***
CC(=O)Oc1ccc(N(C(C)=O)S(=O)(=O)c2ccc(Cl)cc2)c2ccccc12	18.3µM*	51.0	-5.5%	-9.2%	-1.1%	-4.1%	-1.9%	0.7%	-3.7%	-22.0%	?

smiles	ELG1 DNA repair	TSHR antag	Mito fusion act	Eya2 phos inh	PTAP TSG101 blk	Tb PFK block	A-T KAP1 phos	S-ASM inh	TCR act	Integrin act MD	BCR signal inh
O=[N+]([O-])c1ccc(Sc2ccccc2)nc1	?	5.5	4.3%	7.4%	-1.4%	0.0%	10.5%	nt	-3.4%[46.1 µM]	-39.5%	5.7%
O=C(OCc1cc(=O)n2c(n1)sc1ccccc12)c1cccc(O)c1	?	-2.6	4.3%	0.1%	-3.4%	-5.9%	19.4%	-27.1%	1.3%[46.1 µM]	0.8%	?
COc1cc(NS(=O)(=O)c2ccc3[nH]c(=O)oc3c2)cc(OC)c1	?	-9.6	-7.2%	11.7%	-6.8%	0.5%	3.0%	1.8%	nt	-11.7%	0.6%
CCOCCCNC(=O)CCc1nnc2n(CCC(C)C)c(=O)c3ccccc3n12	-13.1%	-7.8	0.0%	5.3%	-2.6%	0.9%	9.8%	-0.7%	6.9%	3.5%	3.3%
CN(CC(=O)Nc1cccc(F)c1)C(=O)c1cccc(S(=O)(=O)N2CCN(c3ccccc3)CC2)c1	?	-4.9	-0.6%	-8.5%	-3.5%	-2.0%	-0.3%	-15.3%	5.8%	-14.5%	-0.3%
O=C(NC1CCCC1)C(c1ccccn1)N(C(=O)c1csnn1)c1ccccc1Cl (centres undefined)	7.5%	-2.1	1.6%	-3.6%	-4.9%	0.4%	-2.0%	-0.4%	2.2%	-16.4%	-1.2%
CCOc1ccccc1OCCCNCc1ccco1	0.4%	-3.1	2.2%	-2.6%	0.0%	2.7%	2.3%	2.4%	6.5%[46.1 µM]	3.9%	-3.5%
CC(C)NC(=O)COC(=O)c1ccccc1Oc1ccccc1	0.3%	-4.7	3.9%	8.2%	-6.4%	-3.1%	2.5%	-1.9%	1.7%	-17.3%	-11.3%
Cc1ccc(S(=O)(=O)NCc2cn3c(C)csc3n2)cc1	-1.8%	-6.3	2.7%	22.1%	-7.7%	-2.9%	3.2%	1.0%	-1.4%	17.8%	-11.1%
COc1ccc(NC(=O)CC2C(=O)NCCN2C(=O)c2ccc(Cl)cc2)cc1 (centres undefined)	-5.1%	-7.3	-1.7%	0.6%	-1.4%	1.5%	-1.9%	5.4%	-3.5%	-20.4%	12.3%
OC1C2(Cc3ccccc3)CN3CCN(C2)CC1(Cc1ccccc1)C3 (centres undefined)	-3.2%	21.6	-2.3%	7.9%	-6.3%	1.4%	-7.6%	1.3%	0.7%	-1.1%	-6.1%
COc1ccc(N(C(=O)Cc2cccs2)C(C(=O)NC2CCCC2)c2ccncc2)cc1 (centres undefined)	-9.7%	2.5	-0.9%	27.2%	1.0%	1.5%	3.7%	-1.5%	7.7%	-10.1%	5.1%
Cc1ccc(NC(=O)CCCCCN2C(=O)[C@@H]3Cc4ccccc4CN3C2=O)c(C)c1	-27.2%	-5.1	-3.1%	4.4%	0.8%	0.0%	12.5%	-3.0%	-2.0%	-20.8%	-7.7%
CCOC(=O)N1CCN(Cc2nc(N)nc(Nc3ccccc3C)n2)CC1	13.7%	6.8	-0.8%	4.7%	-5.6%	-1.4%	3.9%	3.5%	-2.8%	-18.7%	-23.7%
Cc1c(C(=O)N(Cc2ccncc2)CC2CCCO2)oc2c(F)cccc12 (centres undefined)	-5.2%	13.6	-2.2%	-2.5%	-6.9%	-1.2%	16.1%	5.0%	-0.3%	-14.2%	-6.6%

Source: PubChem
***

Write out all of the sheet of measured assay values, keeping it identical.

CC(=O)Oc1ccc(N(C(C)=O)S(=O)(=O)c2ccc(Cl)cc2)c2ccccc12	18.3µM*	51.0	-5.5%	-9.2%	-1.1%	-4.1%	-1.9%	0.7%	-3.7%	-22.0%	?

smiles	ELG1 DNA repair	TSHR antag	Mito fusion act	Eya2 phos inh	PTAP TSG101 blk	Tb PFK block	A-T KAP1 phos	S-ASM inh	TCR act	Integrin act MD	BCR signal inh
O=[N+]([O-])c1ccc(Sc2ccccc2)nc1	?	5.5	4.3%	7.4%	-1.4%	0.0%	10.5%	nt	-3.4%[46.1 µM]	-39.5%	5.7%
O=C(OCc1cc(=O)n2c(n1)sc1ccccc12)c1cccc(O)c1	?	-2.6	4.3%	0.1%	-3.4%	-5.9%	19.4%	-27.1%	1.3%[46.1 µM]	0.8%	?
COc1cc(NS(=O)(=O)c2ccc3[nH]c(=O)oc3c2)cc(OC)c1	?	-9.6	-7.2%	11.7%	-6.8%	0.5%	3.0%	1.8%	nt	-11.7%	0.6%
CCOCCCNC(=O)CCc1nnc2n(CCC(C)C)c(=O)c3ccccc3n12	-13.1%	-7.8	0.0%	5.3%	-2.6%	0.9%	9.8%	-0.7%	6.9%	3.5%	3.3%
CN(CC(=O)Nc1cccc(F)c1)C(=O)c1cccc(S(=O)(=O)N2CCN(c3ccccc3)CC2)c1	?	-4.9	-0.6%	-8.5%	-3.5%	-2.0%	-0.3%	-15.3%	5.8%	-14.5%	-0.3%
O=C(NC1CCCC1)C(c1ccccn1)N(C(=O)c1csnn1)c1ccccc1Cl (centres undefined)	7.5%	-2.1	1.6%	-3.6%	-4.9%	0.4%	-2.0%	-0.4%	2.2%	-16.4%	-1.2%
CCOc1ccccc1OCCCNCc1ccco1	0.4%	-3.1	2.2%	-2.6%	0.0%	2.7%	2.3%	2.4%	6.5%[46.1 µM]	3.9%	-3.5%
CC(C)NC(=O)COC(=O)c1ccccc1Oc1ccccc1	0.3%	-4.7	3.9%	8.2%	-6.4%	-3.1%	2.5%	-1.9%	1.7%	-17.3%	-11.3%
Cc1ccc(S(=O)(=O)NCc2cn3c(C)csc3n2)cc1	-1.8%	-6.3	2.7%	22.1%	-7.7%	-2.9%	3.2%	1.0%	-1.4%	17.8%	-11.1%
COc1ccc(NC(=O)CC2C(=O)NCCN2C(=O)c2ccc(Cl)cc2)cc1 (centres undefined)	-5.1%	-7.3	-1.7%	0.6%	-1.4%	1.5%	-1.9%	5.4%	-3.5%	-20.4%	12.3%
OC1C2(Cc3ccccc3)CN3CCN(C2)CC1(Cc1ccccc1)C3 (centres undefined)	-3.2%	21.6	-2.3%	7.9%	-6.3%	1.4%	-7.6%	1.3%	0.7%	-1.1%	-6.1%
COc1ccc(N(C(=O)Cc2cccs2)C(C(=O)NC2CCCC2)c2ccncc2)cc1 (centres undefined)	-9.7%	2.5	-0.9%	27.2%	1.0%	1.5%	3.7%	-1.5%	7.7%	-10.1%	5.1%
Cc1ccc(NC(=O)CCCCCN2C(=O)[C@@H]3Cc4ccccc4CN3C2=O)c(C)c1	-27.2%	-5.1	-3.1%	4.4%	0.8%	0.0%	12.5%	-3.0%	-2.0%	-20.8%	-7.7%
CCOC(=O)N1CCN(Cc2nc(N)nc(Nc3ccccc3C)n2)CC1	13.7%	6.8	-0.8%	4.7%	-5.6%	-1.4%	3.9%	3.5%	-2.8%	-18.7%	-23.7%
Cc1c(C(=O)N(Cc2ccncc2)CC2CCCO2)oc2c(F)cccc12 (centres undefined)	-5.2%	13.6	-2.2%	-2.5%	-6.9%	-1.2%	16.1%	5.0%	-0.3%	-14.2%	-6.6%

Source: PubChem